Tips to aspiring writers from Ben Bova

THE WRITER’S CRAFT

No two writers work exactly the same way, but there are certain things that any writer must do to be successful.

Here are some of them:

Write every day

The most important thing is to work. Work every day. It is best to set aside a particular time of the day (or night) for your writing, and then
write during that time at least five or six days each week. Let nothing interfere with your writing time.
It may be as little as one single hour. You may produce only a page or two per day. But if you stick with it, day after day, your output of
pages will mount up.

All writers have bad days.

Listen to Joseph Conrad: “I sit down religiously every morning. I sit down for eight hours a day — and the sitting down is all. In the course
of that working day of eight hours I write three sentences which I erase before leaving the table in despair….Sometimes it takes all my resolution
and power of self-control to refrain from butting my head against the wall.”

Despite his bad days, Conrad had enough good ones to write Lord Jim, Heart of Darkness, and many other classic novels and short
stories.

Don’t worry if you have a day or two in which you can’t produce even one decent page.
Stay at it!
Try your best, every day.
The words will come.
It is so easy to find a reason for not writing. Writing is hard, grueling work; it’s much easier to do something else. Especially if you
have a “real” job that demands eight hours a day or more, it is difficult to make the time for writing. Yet that is precisely what you must do. Make
the time. Writers don’t “find” the time to write. They make time for their writing.

Family, friends, job, all the other pleasures and obligations of your life must take second place to writing. If you are going to be a successful writer, you must write. Every day. Preferably, at the same time every day.

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Here is another tip:

Read widely.

The most important thing a writer can do, aside from writing, is reading.
Books are the memory of the human race. Thanks to our invention of writing, you can share the thoughts of the greatest minds that ever lived.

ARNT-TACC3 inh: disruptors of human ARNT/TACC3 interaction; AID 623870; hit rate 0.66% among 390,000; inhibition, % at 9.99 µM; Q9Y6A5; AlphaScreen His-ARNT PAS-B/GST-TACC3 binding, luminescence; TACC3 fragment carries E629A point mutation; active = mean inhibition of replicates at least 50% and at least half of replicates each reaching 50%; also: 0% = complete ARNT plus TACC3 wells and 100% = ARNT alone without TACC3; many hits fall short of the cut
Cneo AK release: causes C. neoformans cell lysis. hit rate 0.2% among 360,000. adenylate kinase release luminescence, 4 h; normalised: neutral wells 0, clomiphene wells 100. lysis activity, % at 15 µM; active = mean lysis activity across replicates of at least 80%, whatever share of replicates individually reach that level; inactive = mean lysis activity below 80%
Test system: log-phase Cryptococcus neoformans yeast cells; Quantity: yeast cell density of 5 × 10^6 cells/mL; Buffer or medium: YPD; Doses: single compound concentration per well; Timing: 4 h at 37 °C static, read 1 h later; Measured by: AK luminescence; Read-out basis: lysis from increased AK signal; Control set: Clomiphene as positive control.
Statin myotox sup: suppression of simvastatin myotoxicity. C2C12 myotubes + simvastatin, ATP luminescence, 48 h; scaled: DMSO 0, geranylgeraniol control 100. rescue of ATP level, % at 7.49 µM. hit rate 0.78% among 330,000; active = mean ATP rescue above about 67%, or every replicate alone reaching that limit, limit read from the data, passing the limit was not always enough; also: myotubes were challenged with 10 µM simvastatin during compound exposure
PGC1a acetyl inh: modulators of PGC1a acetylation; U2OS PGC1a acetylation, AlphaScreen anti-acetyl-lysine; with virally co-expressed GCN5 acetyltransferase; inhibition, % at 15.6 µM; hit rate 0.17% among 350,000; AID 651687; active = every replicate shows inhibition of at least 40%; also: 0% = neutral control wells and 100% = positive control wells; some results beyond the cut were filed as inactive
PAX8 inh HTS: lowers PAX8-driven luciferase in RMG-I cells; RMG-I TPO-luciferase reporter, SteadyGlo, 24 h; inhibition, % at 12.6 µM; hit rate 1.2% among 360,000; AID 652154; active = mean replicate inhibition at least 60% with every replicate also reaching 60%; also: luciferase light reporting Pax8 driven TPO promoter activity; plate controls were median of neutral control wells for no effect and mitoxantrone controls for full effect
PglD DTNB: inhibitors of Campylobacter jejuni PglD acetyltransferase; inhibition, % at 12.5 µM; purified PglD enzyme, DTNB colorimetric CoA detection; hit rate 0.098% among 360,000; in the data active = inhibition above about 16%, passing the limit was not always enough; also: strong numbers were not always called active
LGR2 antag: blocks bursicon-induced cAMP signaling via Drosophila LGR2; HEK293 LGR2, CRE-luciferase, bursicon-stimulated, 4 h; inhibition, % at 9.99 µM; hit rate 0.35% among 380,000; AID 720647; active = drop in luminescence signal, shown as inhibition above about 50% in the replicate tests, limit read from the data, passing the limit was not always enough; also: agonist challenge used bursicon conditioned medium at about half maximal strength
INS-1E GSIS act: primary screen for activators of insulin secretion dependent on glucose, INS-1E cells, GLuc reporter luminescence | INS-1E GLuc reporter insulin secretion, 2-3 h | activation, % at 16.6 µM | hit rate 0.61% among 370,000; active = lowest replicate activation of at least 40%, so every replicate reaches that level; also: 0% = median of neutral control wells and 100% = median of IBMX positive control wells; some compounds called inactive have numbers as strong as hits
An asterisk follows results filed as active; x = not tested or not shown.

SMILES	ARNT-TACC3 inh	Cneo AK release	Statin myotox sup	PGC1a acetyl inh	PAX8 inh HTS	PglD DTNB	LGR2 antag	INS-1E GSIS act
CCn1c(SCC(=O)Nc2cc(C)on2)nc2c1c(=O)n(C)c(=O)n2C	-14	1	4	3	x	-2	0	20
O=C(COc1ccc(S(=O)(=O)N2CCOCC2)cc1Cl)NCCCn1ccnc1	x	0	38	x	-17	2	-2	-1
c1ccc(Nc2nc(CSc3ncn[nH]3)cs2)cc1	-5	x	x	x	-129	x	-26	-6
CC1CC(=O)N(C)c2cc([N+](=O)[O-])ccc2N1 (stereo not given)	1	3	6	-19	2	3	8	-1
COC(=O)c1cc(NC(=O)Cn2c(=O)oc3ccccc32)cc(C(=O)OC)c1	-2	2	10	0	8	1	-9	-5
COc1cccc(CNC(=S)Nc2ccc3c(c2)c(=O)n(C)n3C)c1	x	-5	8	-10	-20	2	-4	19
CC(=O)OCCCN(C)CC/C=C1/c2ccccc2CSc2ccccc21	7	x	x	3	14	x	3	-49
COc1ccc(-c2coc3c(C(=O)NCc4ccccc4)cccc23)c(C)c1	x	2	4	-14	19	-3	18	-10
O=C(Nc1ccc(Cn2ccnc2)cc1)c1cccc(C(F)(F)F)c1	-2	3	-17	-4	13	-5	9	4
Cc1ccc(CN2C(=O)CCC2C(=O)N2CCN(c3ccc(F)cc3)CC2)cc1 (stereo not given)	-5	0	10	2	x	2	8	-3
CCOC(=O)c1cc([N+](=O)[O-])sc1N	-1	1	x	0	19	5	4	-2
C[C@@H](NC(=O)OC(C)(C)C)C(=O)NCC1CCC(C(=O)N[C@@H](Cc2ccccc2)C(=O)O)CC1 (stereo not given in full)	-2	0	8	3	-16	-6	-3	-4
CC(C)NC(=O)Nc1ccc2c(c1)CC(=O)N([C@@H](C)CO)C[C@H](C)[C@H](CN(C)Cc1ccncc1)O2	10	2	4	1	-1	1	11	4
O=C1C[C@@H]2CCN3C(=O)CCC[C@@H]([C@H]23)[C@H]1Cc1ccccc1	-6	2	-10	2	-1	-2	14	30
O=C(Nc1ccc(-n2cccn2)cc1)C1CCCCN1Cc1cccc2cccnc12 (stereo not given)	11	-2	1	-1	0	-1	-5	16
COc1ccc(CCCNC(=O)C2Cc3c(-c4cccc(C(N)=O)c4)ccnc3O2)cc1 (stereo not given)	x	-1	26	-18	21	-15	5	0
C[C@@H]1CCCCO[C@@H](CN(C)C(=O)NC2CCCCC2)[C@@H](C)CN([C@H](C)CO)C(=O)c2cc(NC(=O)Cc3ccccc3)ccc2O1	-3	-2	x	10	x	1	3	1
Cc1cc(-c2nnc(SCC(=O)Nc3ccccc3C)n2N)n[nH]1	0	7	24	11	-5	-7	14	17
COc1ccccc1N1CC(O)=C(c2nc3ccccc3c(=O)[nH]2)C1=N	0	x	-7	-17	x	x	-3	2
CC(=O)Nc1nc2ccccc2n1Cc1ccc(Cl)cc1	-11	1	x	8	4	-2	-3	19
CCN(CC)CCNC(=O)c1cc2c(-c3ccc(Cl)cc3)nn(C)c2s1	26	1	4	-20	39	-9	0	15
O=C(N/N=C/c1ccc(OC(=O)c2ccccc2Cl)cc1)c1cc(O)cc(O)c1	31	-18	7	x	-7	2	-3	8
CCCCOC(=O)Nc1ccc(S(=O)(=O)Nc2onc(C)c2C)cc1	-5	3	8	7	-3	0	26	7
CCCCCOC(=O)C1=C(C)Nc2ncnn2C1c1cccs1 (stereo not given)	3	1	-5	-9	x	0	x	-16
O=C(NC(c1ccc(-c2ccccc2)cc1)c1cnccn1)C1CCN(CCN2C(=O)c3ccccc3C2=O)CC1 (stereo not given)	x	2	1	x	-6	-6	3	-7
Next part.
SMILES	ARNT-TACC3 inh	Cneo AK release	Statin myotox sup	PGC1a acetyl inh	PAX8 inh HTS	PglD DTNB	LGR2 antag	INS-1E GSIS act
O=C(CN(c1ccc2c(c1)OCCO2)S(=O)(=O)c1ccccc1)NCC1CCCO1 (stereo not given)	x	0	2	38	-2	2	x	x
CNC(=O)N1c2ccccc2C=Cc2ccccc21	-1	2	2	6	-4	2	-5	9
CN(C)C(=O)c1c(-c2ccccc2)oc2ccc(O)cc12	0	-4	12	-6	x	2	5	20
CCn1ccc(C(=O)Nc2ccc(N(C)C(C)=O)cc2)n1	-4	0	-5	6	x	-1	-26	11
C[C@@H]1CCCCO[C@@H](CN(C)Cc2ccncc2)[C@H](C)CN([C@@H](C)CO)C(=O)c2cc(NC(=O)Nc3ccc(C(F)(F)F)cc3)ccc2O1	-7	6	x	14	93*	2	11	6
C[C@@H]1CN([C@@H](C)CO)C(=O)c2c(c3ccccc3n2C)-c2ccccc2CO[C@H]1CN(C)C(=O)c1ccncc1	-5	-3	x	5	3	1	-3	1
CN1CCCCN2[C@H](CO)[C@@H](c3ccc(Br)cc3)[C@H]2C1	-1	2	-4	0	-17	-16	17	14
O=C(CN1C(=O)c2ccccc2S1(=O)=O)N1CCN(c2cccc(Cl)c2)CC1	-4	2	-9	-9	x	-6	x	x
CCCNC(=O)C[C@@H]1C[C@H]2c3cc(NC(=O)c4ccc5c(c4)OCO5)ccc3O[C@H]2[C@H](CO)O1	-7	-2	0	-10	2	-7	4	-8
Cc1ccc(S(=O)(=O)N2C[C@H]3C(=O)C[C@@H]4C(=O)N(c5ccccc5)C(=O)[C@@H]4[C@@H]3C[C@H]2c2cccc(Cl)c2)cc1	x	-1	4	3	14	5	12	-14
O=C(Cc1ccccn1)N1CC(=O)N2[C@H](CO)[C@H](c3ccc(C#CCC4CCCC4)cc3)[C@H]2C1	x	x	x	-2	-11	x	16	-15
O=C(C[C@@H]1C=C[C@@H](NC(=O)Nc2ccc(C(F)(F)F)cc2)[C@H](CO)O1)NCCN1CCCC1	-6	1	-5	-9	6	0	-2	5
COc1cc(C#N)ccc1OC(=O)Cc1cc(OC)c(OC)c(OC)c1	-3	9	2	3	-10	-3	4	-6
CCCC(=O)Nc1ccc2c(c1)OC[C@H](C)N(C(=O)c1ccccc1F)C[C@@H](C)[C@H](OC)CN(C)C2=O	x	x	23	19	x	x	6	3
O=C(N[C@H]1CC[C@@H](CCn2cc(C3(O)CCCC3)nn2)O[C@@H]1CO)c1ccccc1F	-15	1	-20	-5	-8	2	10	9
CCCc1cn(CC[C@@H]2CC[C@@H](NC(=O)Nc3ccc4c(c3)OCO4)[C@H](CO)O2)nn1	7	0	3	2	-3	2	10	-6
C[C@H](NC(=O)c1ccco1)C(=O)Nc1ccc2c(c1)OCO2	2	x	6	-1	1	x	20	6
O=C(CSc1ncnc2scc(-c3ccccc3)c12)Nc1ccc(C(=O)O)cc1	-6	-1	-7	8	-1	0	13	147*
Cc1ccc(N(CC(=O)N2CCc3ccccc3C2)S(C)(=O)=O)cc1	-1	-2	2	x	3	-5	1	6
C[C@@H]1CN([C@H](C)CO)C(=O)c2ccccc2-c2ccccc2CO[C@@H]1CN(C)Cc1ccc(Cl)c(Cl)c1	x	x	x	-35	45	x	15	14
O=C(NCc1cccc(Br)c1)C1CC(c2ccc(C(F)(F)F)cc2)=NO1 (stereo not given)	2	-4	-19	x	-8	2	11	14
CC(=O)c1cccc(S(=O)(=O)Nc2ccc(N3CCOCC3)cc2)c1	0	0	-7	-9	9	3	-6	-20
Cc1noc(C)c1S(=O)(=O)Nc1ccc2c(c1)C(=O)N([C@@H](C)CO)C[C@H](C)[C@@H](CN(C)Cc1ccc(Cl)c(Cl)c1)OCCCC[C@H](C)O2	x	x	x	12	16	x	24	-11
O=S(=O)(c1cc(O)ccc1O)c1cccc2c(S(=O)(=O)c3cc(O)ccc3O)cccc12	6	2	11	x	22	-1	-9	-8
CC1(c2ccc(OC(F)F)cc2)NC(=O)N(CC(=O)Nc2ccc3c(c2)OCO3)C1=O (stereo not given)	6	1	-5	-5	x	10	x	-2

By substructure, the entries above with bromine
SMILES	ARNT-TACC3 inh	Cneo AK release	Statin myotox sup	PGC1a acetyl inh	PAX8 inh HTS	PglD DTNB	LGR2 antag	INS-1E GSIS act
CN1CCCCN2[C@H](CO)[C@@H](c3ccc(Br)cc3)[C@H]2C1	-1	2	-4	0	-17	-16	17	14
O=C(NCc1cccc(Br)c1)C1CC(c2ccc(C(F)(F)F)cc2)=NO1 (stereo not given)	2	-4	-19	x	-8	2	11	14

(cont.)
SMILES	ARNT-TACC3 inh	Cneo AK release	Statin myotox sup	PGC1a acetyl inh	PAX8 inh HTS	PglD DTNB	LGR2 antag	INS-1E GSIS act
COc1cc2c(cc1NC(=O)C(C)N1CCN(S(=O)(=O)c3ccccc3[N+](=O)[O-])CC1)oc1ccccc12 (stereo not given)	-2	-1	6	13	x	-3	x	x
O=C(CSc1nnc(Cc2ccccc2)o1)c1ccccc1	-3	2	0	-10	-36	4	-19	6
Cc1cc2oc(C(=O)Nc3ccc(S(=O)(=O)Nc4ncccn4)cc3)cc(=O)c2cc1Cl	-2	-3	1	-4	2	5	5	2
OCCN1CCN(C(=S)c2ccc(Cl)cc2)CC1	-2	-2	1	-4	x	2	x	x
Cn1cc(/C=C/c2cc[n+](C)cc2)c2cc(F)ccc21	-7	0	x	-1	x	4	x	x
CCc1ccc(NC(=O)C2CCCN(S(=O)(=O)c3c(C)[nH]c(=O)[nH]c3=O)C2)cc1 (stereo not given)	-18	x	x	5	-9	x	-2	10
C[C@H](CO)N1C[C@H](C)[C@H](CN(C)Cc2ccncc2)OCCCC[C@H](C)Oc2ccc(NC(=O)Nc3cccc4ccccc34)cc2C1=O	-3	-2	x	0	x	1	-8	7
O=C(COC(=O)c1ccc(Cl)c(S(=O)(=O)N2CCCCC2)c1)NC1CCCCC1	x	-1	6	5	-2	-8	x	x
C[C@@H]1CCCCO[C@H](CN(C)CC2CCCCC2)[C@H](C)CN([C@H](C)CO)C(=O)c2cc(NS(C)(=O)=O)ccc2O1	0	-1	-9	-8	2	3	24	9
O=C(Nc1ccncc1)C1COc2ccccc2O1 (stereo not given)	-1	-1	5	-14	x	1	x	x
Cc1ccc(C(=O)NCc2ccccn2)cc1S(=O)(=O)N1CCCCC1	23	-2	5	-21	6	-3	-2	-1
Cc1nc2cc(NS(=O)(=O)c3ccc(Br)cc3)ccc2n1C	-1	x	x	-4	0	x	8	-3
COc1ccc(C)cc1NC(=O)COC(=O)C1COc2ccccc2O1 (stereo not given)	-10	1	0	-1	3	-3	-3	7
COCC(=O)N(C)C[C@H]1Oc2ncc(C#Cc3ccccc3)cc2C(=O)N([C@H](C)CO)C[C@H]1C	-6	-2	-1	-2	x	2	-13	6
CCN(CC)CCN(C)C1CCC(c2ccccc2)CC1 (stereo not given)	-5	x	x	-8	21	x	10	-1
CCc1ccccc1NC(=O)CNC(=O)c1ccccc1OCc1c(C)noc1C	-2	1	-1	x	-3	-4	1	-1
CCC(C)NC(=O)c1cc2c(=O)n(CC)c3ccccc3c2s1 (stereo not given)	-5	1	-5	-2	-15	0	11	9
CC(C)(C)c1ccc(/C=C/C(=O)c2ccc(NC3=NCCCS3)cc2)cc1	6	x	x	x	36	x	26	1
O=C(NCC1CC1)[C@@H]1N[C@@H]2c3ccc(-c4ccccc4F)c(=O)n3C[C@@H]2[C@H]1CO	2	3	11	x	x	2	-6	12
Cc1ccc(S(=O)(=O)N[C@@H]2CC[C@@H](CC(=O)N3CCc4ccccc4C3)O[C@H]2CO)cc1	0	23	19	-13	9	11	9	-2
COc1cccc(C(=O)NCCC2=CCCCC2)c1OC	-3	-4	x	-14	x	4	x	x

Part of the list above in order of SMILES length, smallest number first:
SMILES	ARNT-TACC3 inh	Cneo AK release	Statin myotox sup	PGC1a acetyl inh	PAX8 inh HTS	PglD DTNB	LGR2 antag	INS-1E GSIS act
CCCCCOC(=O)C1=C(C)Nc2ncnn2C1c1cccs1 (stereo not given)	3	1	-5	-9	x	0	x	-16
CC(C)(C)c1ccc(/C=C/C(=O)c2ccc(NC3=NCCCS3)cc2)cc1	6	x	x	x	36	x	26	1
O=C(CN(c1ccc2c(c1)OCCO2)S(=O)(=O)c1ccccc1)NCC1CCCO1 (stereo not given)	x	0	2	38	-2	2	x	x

Not that you should restrict yourself to someone else’s idea of what the Great Books are. Read what you enjoy. But make certain that you don’t
confine yourself to one narrow type of book. Read as widely as you can. Fiction, history, biographies, travel tales…read everything and anything
that interests you. Your imagination will be enriched. Your curiosity will be excited. Your knowledge will grow.

Once you’ve read a book and particularly enjoyed it, go back and read it again. This time, though, try to discover how the author tackled the
problems of telling his or her story. Whether the work is fiction or fact, the author had to make hundreds of choices about constructing that story.
Read carefully and see where you might have made a different choice, emphasized a different facet of the tale, shaded things a bit brighter or darker,
moved a segment closer to the beginning or farther back toward the end.
You can learn a lot by reading, and then analyzing what you’ve read.

Reading widely (and deeply) will help you to learn how to write well.
But don’t fall into the trap of trying to imitate something you’ve read!
Speak with your own voice, tell your own tales. Aping work that you admire will almost always produce second-rate work. You don’t to be a reflection;
you want to shine with your own light.